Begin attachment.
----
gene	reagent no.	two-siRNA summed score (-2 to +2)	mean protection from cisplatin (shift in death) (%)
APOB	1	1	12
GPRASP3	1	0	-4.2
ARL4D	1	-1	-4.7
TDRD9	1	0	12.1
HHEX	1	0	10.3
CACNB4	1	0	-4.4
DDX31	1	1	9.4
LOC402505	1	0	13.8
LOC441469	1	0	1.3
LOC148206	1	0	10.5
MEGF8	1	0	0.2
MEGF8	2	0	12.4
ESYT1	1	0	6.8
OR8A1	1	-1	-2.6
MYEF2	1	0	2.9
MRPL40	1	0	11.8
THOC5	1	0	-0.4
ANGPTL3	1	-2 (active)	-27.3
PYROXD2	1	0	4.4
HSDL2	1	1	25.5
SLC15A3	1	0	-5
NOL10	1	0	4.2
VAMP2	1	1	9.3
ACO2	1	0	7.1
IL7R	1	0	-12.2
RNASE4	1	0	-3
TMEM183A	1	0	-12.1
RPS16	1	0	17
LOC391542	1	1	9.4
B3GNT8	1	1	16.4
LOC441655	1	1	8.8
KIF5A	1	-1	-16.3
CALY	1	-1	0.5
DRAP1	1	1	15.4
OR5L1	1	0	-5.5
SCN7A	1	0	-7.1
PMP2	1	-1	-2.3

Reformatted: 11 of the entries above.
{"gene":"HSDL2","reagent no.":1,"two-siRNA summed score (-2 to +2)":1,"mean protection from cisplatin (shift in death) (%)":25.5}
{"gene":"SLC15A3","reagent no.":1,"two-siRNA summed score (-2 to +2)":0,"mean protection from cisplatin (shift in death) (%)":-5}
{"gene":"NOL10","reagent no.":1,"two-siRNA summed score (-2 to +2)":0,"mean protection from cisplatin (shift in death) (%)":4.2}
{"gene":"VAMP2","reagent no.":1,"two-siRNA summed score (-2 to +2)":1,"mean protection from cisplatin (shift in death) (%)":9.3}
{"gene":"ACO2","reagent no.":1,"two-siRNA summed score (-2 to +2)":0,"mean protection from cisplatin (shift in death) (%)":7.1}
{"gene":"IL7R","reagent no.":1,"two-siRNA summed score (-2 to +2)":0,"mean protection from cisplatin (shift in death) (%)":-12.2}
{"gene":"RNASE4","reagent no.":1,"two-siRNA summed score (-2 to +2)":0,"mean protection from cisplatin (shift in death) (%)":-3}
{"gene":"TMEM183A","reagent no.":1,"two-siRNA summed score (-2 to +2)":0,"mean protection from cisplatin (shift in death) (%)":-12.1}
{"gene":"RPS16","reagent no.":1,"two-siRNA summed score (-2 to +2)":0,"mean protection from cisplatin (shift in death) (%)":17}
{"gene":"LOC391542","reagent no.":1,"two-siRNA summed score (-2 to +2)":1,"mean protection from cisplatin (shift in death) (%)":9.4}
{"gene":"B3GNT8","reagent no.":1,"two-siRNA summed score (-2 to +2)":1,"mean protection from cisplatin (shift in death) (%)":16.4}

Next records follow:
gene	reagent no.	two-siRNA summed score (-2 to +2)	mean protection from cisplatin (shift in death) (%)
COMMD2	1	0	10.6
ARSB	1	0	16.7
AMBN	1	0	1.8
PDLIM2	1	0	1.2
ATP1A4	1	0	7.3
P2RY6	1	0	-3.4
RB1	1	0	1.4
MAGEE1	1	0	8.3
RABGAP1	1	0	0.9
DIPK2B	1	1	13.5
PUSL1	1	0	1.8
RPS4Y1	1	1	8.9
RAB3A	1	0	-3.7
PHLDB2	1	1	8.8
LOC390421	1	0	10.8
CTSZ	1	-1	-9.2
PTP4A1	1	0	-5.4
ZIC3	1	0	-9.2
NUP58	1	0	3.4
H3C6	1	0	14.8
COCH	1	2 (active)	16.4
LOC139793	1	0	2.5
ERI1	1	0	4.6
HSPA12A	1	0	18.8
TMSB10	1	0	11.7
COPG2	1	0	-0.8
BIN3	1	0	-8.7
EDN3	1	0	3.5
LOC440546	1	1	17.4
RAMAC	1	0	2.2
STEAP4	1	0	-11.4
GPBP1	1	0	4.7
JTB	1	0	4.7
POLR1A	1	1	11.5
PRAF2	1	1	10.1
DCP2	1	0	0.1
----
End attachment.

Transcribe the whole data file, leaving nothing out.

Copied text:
gene	reagent no.	two-siRNA summed score (-2 to +2)	mean protection from cisplatin (shift in death) (%)
APOB	1	1	12
GPRASP3	1	0	-4.2
ARL4D	1	-1	-4.7
TDRD9	1	0	12.1
HHEX	1	0	10.3
CACNB4	1	0	-4.4
DDX31	1	1	9.4
LOC402505	1	0	13.8
LOC441469	1	0	1.3
LOC148206	1	0	10.5
MEGF8	1	0	0.2
MEGF8	2	0	12.4
ESYT1	1	0	6.8
OR8A1	1	-1	-2.6
MYEF2	1	0	2.9
MRPL40	1	0	11.8
THOC5	1	0	-0.4
ANGPTL3	1	-2 (active)	-27.3
PYROXD2	1	0	4.4
HSDL2	1	1	25.5
SLC15A3	1	0	-5
NOL10	1	0	4.2
VAMP2	1	1	9.3
ACO2	1	0	7.1
IL7R	1	0	-12.2
RNASE4	1	0	-3
TMEM183A	1	0	-12.1
RPS16	1	0	17
LOC391542	1	1	9.4
B3GNT8	1	1	16.4
LOC441655	1	1	8.8
KIF5A	1	-1	-16.3
CALY	1	-1	0.5
DRAP1	1	1	15.4
OR5L1	1	0	-5.5
SCN7A	1	0	-7.1
PMP2	1	-1	-2.3

Reformatted: 11 of the entries above.
{"gene":"HSDL2","reagent no.":1,"two-siRNA summed score (-2 to +2)":1,"mean protection from cisplatin (shift in death) (%)":25.5}
{"gene":"SLC15A3","reagent no.":1,"two-siRNA summed score (-2 to +2)":0,"mean protection from cisplatin (shift in death) (%)":-5}
{"gene":"NOL10","reagent no.":1,"two-siRNA summed score (-2 to +2)":0,"mean protection from cisplatin (shift in death) (%)":4.2}
{"gene":"VAMP2","reagent no.":1,"two-siRNA summed score (-2 to +2)":1,"mean protection from cisplatin (shift in death) (%)":9.3}
{"gene":"ACO2","reagent no.":1,"two-siRNA summed score (-2 to +2)":0,"mean protection from cisplatin (shift in death) (%)":7.1}
{"gene":"IL7R","reagent no.":1,"two-siRNA summed score (-2 to +2)":0,"mean protection from cisplatin (shift in death) (%)":-12.2}
{"gene":"RNASE4","reagent no.":1,"two-siRNA summed score (-2 to +2)":0,"mean protection from cisplatin (shift in death) (%)":-3}
{"gene":"TMEM183A","reagent no.":1,"two-siRNA summed score (-2 to +2)":0,"mean protection from cisplatin (shift in death) (%)":-12.1}
{"gene":"RPS16","reagent no.":1,"two-siRNA summed score (-2 to +2)":0,"mean protection from cisplatin (shift in death) (%)":17}
{"gene":"LOC391542","reagent no.":1,"two-siRNA summed score (-2 to +2)":1,"mean protection from cisplatin (shift in death) (%)":9.4}
{"gene":"B3GNT8","reagent no.":1,"two-siRNA summed score (-2 to +2)":1,"mean protection from cisplatin (shift in death) (%)":16.4}

Next records follow:
gene	reagent no.	two-siRNA summed score (-2 to +2)	mean protection from cisplatin (shift in death) (%)
COMMD2	1	0	10.6
ARSB	1	0	16.7
AMBN	1	0	1.8
PDLIM2	1	0	1.2
ATP1A4	1	0	7.3
P2RY6	1	0	-3.4
RB1	1	0	1.4
MAGEE1	1	0	8.3
RABGAP1	1	0	0.9
DIPK2B	1	1	13.5
PUSL1	1	0	1.8
RPS4Y1	1	1	8.9
RAB3A	1	0	-3.7
PHLDB2	1	1	8.8
LOC390421	1	0	10.8
CTSZ	1	-1	-9.2
PTP4A1	1	0	-5.4
ZIC3	1	0	-9.2
NUP58	1	0	3.4
H3C6	1	0	14.8
COCH	1	2 (active)	16.4
LOC139793	1	0	2.5
ERI1	1	0	4.6
HSPA12A	1	0	18.8
TMSB10	1	0	11.7
COPG2	1	0	-0.8
BIN3	1	0	-8.7
EDN3	1	0	3.5
LOC440546	1	1	17.4
RAMAC	1	0	2.2
STEAP4	1	0	-11.4
GPBP1	1	0	4.7
JTB	1	0	4.7
POLR1A	1	1	11.5
PRAF2	1	1	10.1
DCP2	1	0	0.1